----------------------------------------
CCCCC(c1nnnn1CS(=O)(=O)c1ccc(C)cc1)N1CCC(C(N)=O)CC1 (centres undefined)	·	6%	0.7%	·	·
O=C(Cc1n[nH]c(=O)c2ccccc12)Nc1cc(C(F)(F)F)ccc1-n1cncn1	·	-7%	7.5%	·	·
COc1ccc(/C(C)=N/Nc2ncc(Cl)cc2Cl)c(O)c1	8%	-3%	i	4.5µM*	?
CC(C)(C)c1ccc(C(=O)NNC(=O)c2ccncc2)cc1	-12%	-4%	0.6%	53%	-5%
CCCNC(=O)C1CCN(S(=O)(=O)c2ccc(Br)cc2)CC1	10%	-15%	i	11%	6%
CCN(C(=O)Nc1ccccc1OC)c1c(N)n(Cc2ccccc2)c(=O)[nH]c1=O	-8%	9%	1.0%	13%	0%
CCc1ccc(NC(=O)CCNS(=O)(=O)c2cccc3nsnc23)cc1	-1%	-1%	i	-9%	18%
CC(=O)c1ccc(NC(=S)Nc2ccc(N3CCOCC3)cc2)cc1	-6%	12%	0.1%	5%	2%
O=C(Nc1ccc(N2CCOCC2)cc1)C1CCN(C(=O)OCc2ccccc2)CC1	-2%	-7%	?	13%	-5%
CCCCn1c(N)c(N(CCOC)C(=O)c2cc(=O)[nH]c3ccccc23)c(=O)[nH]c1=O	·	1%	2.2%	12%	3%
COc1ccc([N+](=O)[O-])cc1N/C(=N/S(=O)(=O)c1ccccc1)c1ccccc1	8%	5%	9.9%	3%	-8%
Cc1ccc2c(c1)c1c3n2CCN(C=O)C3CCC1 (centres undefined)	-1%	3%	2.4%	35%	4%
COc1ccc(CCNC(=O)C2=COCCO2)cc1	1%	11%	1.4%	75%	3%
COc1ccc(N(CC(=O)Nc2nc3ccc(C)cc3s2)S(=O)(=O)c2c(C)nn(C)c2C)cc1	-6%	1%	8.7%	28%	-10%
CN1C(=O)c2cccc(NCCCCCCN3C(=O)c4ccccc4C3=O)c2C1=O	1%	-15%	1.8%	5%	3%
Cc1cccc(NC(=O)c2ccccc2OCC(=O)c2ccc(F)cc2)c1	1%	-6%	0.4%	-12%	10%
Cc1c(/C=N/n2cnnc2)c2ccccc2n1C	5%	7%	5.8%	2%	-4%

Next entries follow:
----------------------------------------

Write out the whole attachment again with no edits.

CCCCC(c1nnnn1CS(=O)(=O)c1ccc(C)cc1)N1CCC(C(N)=O)CC1 (centres undefined)	·	6%	0.7%	·	·
O=C(Cc1n[nH]c(=O)c2ccccc12)Nc1cc(C(F)(F)F)ccc1-n1cncn1	·	-7%	7.5%	·	·
COc1ccc(/C(C)=N/Nc2ncc(Cl)cc2Cl)c(O)c1	8%	-3%	i	4.5µM*	?
CC(C)(C)c1ccc(C(=O)NNC(=O)c2ccncc2)cc1	-12%	-4%	0.6%	53%	-5%
CCCNC(=O)C1CCN(S(=O)(=O)c2ccc(Br)cc2)CC1	10%	-15%	i	11%	6%
CCN(C(=O)Nc1ccccc1OC)c1c(N)n(Cc2ccccc2)c(=O)[nH]c1=O	-8%	9%	1.0%	13%	0%
CCc1ccc(NC(=O)CCNS(=O)(=O)c2cccc3nsnc23)cc1	-1%	-1%	i	-9%	18%
CC(=O)c1ccc(NC(=S)Nc2ccc(N3CCOCC3)cc2)cc1	-6%	12%	0.1%	5%	2%
O=C(Nc1ccc(N2CCOCC2)cc1)C1CCN(C(=O)OCc2ccccc2)CC1	-2%	-7%	?	13%	-5%
CCCCn1c(N)c(N(CCOC)C(=O)c2cc(=O)[nH]c3ccccc23)c(=O)[nH]c1=O	·	1%	2.2%	12%	3%
COc1ccc([N+](=O)[O-])cc1N/C(=N/S(=O)(=O)c1ccccc1)c1ccccc1	8%	5%	9.9%	3%	-8%
Cc1ccc2c(c1)c1c3n2CCN(C=O)C3CCC1 (centres undefined)	-1%	3%	2.4%	35%	4%
COc1ccc(CCNC(=O)C2=COCCO2)cc1	1%	11%	1.4%	75%	3%
COc1ccc(N(CC(=O)Nc2nc3ccc(C)cc3s2)S(=O)(=O)c2c(C)nn(C)c2C)cc1	-6%	1%	8.7%	28%	-10%
CN1C(=O)c2cccc(NCCCCCCN3C(=O)c4ccccc4C3=O)c2C1=O	1%	-15%	1.8%	5%	3%
Cc1cccc(NC(=O)c2ccccc2OCC(=O)c2ccc(F)cc2)c1	1%	-6%	0.4%	-12%	10%
Cc1c(/C=N/n2cnnc2)c2ccccc2n1C	5%	7%	5.8%	2%	-4%

Next entries follow: